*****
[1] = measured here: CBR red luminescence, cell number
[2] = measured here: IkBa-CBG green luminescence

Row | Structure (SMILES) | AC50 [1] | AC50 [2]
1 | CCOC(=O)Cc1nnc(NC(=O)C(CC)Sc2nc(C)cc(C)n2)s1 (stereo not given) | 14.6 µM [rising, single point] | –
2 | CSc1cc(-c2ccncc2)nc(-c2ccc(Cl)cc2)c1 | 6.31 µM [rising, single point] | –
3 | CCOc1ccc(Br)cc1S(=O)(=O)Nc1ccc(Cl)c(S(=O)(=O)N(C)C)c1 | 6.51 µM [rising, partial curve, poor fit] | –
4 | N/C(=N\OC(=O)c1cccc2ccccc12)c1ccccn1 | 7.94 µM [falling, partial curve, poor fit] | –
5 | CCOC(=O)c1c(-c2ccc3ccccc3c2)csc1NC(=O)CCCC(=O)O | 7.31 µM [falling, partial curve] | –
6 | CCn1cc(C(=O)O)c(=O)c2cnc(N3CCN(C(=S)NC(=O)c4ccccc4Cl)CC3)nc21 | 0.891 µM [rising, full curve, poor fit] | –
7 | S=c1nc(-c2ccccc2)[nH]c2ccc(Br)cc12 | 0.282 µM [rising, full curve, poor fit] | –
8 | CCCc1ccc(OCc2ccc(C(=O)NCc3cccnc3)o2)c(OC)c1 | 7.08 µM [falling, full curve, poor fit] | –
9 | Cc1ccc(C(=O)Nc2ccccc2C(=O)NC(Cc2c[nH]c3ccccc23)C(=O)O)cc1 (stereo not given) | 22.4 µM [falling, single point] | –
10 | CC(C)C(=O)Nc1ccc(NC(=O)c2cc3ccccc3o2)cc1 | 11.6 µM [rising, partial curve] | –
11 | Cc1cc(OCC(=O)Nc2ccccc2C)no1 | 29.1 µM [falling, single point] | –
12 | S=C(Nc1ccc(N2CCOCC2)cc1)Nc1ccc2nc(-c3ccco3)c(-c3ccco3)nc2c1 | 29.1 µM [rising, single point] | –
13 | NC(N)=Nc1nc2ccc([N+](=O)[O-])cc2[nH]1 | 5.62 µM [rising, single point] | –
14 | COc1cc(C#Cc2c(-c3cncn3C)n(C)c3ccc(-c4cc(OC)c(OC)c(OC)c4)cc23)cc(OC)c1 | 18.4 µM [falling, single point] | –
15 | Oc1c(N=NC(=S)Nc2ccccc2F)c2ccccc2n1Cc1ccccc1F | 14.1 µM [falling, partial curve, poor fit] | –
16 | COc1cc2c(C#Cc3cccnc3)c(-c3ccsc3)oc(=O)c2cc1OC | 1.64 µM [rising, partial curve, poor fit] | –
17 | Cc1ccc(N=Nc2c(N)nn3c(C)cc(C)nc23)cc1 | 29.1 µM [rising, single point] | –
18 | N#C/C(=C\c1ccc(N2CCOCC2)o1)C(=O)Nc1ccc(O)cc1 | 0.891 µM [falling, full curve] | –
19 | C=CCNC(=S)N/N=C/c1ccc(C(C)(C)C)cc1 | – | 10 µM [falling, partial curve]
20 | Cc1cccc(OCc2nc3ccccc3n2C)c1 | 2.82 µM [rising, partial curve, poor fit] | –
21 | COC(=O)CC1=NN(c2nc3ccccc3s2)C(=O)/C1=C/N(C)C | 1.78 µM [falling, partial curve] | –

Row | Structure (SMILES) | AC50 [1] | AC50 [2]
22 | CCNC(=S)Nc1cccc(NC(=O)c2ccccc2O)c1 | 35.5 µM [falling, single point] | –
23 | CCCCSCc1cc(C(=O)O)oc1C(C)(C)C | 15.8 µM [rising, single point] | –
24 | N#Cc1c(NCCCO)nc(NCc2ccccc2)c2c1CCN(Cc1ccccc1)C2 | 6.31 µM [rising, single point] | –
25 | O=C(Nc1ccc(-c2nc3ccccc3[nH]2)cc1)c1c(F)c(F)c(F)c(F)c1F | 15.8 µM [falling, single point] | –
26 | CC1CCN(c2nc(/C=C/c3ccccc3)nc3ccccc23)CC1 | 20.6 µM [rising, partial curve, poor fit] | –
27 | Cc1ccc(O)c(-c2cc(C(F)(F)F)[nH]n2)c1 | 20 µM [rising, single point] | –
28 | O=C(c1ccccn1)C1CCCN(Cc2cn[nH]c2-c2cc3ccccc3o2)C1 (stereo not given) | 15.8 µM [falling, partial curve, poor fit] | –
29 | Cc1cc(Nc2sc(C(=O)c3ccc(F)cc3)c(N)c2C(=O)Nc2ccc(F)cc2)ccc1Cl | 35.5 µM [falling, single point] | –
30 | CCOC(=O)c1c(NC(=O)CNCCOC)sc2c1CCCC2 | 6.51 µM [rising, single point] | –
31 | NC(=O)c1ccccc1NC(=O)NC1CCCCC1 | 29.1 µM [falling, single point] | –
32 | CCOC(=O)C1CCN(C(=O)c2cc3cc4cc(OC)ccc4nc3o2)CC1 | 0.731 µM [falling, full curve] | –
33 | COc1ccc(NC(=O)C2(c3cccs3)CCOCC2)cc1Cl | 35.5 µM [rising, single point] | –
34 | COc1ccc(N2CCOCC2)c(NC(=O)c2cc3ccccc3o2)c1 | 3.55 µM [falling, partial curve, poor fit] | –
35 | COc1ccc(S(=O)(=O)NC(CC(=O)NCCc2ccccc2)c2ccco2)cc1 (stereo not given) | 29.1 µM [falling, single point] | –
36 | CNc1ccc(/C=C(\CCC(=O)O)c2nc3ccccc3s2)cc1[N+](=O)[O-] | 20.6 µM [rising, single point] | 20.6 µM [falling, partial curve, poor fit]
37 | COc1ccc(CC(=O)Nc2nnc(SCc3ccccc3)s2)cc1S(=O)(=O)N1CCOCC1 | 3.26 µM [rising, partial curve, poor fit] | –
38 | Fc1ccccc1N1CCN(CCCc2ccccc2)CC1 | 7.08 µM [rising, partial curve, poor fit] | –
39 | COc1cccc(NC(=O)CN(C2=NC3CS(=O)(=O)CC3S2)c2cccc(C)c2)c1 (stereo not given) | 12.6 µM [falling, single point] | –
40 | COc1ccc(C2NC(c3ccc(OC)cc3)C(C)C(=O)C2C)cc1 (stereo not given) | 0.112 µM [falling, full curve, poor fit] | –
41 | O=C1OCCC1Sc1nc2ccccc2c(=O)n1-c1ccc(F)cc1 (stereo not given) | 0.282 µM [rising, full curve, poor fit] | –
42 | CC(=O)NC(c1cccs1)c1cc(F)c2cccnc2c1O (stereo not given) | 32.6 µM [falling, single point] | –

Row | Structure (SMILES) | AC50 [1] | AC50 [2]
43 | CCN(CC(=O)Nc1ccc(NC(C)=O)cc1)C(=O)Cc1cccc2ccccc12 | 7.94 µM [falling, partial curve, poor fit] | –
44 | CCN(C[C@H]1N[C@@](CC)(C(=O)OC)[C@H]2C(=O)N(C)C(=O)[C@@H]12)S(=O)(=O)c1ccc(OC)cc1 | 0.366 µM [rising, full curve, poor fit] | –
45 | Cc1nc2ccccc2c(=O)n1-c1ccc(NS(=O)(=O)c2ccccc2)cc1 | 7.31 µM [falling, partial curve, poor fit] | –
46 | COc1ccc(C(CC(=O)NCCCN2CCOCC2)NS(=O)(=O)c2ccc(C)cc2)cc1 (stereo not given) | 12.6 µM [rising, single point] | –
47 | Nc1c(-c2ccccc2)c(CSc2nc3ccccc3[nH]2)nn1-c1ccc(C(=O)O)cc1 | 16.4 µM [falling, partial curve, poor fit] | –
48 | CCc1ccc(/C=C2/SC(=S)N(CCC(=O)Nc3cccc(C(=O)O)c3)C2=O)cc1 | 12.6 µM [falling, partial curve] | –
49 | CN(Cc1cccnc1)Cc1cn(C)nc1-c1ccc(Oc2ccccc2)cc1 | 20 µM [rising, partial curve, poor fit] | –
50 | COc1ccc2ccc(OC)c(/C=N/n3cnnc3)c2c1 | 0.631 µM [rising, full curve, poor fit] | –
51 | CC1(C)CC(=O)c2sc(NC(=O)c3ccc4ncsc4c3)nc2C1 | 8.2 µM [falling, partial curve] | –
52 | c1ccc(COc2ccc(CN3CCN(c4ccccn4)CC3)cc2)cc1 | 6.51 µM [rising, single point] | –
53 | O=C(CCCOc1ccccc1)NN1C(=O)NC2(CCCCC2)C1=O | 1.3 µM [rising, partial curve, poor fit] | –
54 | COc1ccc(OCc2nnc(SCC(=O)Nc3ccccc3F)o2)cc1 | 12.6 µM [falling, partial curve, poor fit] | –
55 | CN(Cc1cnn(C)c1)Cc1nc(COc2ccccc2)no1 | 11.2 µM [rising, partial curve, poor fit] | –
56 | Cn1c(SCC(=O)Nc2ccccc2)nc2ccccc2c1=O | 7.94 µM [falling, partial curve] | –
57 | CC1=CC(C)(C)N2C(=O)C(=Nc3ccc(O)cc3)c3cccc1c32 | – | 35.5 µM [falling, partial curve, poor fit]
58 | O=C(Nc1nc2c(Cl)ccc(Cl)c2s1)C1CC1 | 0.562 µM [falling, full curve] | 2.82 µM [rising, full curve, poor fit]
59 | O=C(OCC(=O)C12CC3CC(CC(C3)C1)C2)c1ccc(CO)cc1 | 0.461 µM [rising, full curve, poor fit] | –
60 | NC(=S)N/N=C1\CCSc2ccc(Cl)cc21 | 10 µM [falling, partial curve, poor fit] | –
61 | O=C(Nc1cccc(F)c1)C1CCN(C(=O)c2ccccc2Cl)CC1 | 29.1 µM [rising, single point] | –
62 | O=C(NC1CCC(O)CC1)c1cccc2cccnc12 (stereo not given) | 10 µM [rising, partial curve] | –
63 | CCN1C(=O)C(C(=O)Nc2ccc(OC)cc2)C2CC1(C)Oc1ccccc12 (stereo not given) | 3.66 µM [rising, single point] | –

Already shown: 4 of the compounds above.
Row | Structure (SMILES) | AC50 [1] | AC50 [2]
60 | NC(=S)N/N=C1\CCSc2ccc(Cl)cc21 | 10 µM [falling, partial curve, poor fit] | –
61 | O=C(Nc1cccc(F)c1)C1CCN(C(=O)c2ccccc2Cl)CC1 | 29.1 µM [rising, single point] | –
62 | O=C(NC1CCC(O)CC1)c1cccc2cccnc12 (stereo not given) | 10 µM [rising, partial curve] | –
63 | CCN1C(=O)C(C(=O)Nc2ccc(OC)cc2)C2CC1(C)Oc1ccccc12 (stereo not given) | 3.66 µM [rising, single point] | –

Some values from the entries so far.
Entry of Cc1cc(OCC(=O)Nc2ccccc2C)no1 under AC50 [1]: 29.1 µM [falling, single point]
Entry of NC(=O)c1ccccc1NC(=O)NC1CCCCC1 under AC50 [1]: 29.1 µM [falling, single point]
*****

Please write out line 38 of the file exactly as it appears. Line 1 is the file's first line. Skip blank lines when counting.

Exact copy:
34 | COc1ccc(N2CCOCC2)c(NC(=O)c2cc3ccccc3o2)c1 | 3.55 µM [falling, partial curve, poor fit] | –